The best method is to get them used to going on the potty for a few months (with pull-ups, but don't use those too long) and then just put them in underwear. Tell them it's time now for them to use the potty all the time. This worked with all of our kids. They wet themselves at first, but then they used the potty all the time with no accidents. It's a totally different feeling than wetting a diaper and the child understands the need to make it to the potty.

You can buy regular training underwear by Gerber which work well. Pull-ups are basically diapers and just allow kids to not use the potty. Underwear makes children realise that they are in control of their bodies and can keep themselves from feeling wet and yucky.

[well, the kid's been interested and talking and asking about it for months, so it feels more like we're running to catch up with her. I don't think Brazelton is saying, "do nothing till you hear from me," as if parents are just supposed to sit back and wait for the kid's potty light to turn on someday. That sounds pretty slack, frankly. And you should get extra $ for training all those kids, too. -ed.]

I let my daughter lead on when she was ready to potty train. I'm sure you can train yourself to get your kid to the toilet before they go in the diaper, but I'm just not that kind of mom. I found for us it was much better to wait until our daughter could determine for herself when she needed to go. For that reason we did start "training" later than other kids I know (a few months before her 3rd b-day) but she was sleeping through the night without diapers the same week she started wearing underpants. She's now 4 1/2 and she's never wet the bed or had an accident in public. So, if one case study is worth anything, self motivated training did just fine for us.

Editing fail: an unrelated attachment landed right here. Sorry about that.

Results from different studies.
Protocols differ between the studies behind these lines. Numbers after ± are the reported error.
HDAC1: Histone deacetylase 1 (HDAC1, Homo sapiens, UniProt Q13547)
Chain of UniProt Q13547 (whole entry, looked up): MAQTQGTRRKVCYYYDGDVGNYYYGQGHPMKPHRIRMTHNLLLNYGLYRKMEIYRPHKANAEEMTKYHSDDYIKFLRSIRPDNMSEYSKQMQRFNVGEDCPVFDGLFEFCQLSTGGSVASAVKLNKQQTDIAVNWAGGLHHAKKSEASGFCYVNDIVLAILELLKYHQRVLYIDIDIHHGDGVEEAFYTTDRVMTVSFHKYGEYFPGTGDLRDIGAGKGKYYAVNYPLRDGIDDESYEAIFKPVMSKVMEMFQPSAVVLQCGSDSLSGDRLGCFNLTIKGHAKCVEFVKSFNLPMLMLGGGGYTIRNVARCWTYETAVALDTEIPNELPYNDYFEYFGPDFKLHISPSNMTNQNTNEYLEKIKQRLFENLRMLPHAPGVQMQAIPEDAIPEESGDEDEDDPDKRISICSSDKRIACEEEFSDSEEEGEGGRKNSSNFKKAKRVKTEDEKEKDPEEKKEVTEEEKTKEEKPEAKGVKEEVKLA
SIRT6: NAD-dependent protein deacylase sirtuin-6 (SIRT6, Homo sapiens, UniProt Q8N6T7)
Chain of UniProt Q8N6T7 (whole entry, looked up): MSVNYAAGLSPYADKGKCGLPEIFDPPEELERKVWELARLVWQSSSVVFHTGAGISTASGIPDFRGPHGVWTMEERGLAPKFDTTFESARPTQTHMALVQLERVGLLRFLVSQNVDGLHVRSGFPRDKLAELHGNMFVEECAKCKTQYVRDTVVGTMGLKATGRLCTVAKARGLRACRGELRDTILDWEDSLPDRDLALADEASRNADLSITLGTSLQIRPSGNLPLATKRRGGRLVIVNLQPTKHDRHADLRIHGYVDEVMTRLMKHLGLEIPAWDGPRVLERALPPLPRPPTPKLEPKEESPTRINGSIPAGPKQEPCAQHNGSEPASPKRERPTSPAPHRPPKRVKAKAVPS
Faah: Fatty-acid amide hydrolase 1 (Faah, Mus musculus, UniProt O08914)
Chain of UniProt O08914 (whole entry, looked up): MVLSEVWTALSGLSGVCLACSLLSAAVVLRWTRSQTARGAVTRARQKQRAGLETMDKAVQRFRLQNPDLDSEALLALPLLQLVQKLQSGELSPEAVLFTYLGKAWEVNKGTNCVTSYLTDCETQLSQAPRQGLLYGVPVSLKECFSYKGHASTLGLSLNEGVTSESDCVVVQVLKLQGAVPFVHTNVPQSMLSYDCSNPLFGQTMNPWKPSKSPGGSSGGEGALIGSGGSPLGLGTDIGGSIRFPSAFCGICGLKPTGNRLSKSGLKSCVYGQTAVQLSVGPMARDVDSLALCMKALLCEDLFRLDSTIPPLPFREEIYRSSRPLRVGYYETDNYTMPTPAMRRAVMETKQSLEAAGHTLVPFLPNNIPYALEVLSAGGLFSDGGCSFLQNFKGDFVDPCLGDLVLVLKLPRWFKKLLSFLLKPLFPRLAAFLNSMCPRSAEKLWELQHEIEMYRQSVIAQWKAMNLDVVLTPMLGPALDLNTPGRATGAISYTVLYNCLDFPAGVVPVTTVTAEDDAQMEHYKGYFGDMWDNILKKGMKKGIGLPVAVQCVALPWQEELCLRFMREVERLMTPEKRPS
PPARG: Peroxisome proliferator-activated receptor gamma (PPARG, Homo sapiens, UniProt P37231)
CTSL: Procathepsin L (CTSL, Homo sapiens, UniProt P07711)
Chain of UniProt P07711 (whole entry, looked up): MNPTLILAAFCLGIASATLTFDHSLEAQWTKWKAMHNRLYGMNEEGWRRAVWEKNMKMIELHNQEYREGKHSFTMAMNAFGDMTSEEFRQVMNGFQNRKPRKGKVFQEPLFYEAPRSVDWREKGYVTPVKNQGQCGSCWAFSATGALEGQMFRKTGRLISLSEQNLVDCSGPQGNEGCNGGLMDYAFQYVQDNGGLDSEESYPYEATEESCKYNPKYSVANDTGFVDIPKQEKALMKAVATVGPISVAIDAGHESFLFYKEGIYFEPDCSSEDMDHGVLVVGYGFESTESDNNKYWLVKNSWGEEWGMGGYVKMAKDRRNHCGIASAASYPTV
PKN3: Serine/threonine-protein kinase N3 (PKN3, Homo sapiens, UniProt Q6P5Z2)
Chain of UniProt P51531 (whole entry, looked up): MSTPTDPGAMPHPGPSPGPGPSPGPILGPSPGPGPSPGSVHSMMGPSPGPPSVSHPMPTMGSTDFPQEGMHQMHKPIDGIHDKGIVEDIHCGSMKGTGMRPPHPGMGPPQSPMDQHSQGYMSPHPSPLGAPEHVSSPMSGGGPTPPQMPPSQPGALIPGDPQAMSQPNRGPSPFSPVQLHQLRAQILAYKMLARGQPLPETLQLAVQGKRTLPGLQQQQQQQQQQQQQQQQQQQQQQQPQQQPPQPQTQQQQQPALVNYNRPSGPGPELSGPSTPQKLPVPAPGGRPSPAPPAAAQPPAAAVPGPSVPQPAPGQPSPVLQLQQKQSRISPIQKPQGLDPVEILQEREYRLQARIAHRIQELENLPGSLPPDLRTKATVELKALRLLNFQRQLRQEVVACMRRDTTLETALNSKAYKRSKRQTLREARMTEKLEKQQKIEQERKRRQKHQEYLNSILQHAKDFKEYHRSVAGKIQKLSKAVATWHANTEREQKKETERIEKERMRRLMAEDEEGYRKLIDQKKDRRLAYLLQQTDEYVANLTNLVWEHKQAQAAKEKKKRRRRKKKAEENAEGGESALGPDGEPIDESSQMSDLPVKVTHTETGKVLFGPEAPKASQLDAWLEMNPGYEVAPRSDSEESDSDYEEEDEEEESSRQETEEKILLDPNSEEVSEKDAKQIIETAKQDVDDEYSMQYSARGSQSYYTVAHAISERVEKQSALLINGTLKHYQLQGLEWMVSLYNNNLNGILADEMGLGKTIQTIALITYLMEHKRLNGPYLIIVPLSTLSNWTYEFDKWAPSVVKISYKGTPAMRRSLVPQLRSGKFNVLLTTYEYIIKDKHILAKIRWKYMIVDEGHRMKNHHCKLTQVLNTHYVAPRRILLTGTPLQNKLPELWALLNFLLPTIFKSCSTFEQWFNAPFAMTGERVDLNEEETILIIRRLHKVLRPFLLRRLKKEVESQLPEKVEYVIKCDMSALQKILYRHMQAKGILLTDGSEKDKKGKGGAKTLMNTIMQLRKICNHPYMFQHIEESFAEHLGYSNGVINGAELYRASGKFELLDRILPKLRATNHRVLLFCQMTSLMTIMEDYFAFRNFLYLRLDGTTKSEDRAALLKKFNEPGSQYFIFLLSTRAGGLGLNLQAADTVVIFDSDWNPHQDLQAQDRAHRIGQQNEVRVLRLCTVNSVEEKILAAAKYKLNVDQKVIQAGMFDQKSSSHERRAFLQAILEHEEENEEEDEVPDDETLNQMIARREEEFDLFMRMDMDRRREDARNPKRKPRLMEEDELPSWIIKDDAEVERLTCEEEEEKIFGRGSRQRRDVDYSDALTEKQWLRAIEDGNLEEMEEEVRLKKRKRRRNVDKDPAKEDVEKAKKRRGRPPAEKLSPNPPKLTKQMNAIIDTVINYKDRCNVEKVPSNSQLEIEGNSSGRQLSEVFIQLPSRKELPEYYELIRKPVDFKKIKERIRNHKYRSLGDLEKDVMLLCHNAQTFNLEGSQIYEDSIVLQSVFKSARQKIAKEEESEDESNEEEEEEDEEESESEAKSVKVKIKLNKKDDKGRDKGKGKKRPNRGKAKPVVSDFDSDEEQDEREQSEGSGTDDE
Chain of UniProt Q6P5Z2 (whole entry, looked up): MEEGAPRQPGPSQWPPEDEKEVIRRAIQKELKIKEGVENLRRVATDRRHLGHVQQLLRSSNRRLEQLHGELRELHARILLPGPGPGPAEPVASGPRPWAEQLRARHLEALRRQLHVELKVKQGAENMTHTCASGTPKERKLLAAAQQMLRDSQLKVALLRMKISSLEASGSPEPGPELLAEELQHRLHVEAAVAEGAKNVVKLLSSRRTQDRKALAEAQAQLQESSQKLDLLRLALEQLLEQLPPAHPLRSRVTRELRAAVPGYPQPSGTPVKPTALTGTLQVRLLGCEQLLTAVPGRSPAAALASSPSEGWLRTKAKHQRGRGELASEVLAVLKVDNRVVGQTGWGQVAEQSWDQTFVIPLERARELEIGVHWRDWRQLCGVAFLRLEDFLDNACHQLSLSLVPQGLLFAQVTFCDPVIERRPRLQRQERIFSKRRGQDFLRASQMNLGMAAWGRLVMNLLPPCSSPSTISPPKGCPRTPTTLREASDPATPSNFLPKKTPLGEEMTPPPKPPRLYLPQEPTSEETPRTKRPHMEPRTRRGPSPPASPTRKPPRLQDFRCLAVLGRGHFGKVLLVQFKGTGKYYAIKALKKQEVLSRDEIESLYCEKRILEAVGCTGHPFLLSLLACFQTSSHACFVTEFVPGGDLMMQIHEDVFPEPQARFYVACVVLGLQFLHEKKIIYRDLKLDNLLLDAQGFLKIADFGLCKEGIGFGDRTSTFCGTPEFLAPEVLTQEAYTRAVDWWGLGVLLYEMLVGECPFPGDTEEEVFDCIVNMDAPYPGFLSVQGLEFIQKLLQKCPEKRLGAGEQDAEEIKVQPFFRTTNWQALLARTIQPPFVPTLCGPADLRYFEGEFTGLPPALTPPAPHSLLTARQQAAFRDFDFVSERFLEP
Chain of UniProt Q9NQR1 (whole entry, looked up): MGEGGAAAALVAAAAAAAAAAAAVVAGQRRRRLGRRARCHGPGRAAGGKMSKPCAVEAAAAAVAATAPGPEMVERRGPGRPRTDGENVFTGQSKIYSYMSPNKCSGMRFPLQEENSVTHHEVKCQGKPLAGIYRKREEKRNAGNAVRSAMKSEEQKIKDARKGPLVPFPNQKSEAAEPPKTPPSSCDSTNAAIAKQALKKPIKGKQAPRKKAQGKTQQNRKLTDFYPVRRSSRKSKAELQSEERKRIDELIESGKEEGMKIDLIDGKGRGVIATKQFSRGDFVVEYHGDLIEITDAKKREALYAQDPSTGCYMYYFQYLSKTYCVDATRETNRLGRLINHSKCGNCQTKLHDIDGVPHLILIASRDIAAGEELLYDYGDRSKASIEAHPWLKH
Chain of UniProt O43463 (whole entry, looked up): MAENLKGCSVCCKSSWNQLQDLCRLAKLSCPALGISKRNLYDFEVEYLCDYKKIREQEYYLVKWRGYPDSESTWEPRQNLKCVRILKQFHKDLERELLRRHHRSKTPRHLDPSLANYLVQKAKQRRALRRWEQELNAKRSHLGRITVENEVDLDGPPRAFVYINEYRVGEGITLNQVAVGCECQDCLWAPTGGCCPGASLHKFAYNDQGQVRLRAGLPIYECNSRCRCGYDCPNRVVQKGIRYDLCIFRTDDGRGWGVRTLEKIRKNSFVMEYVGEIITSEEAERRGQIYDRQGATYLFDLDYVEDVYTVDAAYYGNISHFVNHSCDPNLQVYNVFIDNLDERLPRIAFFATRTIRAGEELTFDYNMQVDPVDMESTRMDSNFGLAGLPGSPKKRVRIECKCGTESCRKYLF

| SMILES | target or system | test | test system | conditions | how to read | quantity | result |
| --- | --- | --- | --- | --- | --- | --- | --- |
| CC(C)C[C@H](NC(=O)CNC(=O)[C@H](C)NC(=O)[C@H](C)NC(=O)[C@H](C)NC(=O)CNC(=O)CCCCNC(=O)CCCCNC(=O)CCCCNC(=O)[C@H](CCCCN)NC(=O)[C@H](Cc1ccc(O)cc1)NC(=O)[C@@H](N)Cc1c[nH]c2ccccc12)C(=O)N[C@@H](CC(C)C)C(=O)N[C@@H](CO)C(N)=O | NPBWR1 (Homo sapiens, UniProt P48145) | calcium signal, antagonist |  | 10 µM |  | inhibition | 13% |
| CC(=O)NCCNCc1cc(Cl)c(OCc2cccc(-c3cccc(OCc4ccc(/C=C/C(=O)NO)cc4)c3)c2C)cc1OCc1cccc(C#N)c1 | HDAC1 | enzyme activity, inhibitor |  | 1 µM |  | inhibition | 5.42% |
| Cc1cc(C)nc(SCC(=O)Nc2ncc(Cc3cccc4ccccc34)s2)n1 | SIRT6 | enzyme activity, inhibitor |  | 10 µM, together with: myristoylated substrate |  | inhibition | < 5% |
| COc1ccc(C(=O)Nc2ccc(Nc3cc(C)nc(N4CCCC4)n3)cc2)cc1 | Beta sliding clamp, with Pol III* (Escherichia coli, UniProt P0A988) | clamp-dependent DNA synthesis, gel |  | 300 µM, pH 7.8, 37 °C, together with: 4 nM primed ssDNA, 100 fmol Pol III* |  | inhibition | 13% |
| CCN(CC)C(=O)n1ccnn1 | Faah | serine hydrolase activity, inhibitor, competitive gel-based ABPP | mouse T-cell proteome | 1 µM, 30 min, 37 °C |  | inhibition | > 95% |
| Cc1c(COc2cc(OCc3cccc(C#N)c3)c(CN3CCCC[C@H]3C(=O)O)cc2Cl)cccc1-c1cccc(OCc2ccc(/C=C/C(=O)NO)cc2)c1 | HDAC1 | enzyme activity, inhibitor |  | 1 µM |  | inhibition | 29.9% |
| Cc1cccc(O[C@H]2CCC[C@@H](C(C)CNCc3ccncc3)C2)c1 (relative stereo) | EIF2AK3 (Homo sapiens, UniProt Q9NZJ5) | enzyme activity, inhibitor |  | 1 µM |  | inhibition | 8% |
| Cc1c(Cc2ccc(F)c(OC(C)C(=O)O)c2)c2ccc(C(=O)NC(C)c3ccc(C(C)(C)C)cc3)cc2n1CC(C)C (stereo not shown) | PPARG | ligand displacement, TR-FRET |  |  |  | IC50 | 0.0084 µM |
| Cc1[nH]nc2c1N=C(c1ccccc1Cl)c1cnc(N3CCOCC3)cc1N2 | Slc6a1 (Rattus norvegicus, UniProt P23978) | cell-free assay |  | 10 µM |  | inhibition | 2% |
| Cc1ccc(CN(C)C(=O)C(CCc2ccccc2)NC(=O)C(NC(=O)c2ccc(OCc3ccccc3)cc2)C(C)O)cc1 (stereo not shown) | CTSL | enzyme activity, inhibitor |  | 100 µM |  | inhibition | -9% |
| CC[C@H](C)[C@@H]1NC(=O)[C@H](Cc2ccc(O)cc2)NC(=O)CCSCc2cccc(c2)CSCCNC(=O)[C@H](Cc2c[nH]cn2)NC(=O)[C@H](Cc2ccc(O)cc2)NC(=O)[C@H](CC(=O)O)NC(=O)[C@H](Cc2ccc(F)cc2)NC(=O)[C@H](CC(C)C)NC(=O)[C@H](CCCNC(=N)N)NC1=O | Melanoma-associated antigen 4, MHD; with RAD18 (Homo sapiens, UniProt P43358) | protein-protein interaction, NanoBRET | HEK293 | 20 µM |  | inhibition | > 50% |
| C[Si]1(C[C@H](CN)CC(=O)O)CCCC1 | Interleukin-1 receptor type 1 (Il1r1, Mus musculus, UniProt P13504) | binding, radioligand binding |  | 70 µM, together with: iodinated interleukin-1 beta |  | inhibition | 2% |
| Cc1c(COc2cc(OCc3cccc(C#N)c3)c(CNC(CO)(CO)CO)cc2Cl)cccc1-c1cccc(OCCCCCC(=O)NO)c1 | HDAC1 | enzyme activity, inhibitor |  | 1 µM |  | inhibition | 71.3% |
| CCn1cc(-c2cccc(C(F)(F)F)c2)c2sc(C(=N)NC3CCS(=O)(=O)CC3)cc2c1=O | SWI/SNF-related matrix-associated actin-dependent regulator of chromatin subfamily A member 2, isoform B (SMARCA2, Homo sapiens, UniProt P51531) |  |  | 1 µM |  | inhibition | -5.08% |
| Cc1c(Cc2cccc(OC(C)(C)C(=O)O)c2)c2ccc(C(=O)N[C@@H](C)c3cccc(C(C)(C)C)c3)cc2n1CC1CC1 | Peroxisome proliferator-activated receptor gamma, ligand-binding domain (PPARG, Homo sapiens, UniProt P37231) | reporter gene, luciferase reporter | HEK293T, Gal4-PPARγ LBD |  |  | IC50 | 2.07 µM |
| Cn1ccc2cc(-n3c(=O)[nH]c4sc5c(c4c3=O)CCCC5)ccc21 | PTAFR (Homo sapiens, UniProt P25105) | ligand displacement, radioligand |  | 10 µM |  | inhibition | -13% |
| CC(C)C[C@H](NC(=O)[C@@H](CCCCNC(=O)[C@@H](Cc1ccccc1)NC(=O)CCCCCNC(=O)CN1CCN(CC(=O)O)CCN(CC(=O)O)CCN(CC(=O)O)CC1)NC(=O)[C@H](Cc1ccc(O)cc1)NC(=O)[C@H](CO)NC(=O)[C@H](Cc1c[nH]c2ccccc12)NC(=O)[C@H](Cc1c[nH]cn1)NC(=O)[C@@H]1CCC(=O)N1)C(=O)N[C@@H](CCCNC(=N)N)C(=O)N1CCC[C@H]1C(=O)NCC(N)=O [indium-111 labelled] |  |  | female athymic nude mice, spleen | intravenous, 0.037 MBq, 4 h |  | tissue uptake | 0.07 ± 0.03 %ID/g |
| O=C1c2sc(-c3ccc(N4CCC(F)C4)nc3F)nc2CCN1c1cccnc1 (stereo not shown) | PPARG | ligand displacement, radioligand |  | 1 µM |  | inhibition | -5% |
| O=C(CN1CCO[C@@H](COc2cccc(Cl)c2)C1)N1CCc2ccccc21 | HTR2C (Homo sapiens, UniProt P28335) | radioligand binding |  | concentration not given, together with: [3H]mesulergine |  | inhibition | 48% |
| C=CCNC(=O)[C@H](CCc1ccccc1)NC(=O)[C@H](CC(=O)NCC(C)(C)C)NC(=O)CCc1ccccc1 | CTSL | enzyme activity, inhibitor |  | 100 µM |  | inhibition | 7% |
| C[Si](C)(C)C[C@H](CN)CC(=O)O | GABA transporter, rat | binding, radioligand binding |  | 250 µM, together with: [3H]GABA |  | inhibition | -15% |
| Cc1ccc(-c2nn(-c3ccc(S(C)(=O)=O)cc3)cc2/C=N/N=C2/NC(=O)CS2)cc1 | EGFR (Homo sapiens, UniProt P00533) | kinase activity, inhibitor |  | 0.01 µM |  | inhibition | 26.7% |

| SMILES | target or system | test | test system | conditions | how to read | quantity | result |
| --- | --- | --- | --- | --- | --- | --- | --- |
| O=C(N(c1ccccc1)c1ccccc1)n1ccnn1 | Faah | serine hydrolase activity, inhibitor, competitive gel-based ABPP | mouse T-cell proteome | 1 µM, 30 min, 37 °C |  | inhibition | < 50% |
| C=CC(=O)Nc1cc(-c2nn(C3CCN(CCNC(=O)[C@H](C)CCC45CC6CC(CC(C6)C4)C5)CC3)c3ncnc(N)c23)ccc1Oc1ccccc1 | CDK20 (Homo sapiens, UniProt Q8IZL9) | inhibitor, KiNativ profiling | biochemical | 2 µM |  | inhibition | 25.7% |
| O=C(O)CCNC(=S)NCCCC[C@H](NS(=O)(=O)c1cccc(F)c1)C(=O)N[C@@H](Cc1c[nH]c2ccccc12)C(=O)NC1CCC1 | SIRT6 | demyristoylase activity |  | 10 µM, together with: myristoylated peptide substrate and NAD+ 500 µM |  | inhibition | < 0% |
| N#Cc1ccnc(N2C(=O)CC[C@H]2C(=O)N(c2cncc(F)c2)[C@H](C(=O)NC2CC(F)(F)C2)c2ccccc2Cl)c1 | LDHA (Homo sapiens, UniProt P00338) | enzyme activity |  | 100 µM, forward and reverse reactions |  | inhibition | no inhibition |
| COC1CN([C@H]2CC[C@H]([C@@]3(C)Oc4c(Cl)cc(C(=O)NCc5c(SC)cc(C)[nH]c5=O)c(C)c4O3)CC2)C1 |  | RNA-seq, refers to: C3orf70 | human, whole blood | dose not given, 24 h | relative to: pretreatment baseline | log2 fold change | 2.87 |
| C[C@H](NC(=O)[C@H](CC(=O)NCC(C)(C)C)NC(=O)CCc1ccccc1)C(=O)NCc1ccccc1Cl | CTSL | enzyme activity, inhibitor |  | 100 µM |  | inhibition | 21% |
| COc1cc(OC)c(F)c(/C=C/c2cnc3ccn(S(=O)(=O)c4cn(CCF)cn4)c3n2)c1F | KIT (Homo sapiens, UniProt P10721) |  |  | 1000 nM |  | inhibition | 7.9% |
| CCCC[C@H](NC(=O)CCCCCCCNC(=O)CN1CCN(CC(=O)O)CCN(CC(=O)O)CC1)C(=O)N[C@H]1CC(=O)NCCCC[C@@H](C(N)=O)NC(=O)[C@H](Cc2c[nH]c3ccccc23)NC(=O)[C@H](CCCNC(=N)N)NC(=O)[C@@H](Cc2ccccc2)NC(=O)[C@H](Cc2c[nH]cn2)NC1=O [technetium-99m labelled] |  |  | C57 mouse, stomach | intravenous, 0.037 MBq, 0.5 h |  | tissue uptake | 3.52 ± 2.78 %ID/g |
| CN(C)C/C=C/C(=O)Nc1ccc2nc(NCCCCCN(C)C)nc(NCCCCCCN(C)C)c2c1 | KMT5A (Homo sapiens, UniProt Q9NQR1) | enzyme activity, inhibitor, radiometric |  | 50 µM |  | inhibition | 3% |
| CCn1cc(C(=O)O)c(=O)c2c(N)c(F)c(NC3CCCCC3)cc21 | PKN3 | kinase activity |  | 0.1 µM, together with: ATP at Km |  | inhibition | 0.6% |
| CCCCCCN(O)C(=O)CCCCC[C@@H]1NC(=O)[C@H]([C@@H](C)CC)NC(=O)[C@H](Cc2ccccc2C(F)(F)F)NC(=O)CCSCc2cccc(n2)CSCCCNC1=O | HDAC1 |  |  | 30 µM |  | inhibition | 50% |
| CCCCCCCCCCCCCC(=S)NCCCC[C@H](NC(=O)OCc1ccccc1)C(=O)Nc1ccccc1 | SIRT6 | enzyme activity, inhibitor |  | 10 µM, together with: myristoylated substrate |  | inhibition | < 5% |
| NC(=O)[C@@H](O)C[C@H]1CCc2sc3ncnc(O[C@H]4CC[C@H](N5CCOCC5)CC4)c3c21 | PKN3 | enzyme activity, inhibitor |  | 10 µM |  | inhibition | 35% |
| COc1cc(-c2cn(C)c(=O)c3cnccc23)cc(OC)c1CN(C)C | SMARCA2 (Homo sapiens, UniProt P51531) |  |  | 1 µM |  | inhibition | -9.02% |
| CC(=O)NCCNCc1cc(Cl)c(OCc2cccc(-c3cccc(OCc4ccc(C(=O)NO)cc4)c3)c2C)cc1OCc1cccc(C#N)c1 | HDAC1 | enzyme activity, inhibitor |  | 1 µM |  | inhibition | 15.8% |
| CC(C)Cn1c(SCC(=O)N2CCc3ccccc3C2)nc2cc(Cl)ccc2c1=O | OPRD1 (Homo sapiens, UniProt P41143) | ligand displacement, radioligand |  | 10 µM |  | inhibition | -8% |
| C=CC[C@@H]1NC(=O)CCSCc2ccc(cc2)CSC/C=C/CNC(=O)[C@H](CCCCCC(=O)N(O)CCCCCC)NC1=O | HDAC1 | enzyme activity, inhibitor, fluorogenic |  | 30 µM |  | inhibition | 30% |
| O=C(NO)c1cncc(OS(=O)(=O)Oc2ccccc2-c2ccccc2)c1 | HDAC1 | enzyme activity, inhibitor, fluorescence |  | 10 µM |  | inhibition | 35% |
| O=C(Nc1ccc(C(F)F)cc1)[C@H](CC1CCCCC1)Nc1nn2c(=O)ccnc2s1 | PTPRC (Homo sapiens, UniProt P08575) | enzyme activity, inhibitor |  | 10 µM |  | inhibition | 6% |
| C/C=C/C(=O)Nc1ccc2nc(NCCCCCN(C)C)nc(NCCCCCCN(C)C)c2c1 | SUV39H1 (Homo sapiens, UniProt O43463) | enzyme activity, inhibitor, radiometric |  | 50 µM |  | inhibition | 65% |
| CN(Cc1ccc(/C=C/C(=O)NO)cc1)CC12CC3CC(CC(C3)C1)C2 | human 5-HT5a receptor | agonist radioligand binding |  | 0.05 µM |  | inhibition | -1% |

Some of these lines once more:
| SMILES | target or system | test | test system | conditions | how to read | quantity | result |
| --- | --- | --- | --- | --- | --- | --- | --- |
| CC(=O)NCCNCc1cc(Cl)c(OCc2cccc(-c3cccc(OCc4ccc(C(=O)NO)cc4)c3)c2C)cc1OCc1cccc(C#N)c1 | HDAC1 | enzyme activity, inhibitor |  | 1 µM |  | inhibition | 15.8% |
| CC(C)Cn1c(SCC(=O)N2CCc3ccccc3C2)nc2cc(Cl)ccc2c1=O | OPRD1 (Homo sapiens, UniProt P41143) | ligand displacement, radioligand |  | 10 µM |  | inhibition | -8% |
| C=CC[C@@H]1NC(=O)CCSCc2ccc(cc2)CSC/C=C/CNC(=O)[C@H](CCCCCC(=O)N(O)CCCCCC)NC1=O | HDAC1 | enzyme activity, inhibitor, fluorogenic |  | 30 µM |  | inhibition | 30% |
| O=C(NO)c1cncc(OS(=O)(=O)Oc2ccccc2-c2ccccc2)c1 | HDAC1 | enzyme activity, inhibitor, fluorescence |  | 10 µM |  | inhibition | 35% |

Question: Our second child is a boy. Potty train standing up or sitting down? Any ideas Dads?

[my snap judgment is 'standing up, duh," but I have no practical basis for that. -ed.]

Shannon, I 100% agree with you. The beauty of this method is that there is no "training" to do. No books, bribes, or incentives are necessary. You just wait until they are completely ready and then it happens in 3 days. Slacker mom, happy kids.

I'd say standing up. And give him some little targets to shoot at... a Barney sticker or something...

[suddenly those Calvin & Hobbes stickers on the back of all those F-150's make sense -ed.]

Definitely, train little boys standing up. Trust me, the aim issue is even an issue when they're sitting, but then they are more likely to hit the bathtub than the wall.

We let Monster lead the way for training, accompanied by plenty of books, discussions and conveniently located potties and trees (hey, it's not like I live in a city). Pushing the issue just resulted in screaming fits and meltdowns, along with a few stains on the hardwood floors.

daughter just over two, and we have our bathroom upstairs in a two story home (on one b/r).

So my wife had the idea of getting a small potty. We set it up downstairs in a nice corner, my daughter decides to move it to the steps. Since then, i think we have had one or two dirty diapers. She just digs going. We clap sing songs take her up stairs to flush and thats it. We not pushing her that hard, she just did it 'her way'.

So for this one, we lucked out. Stay tuned.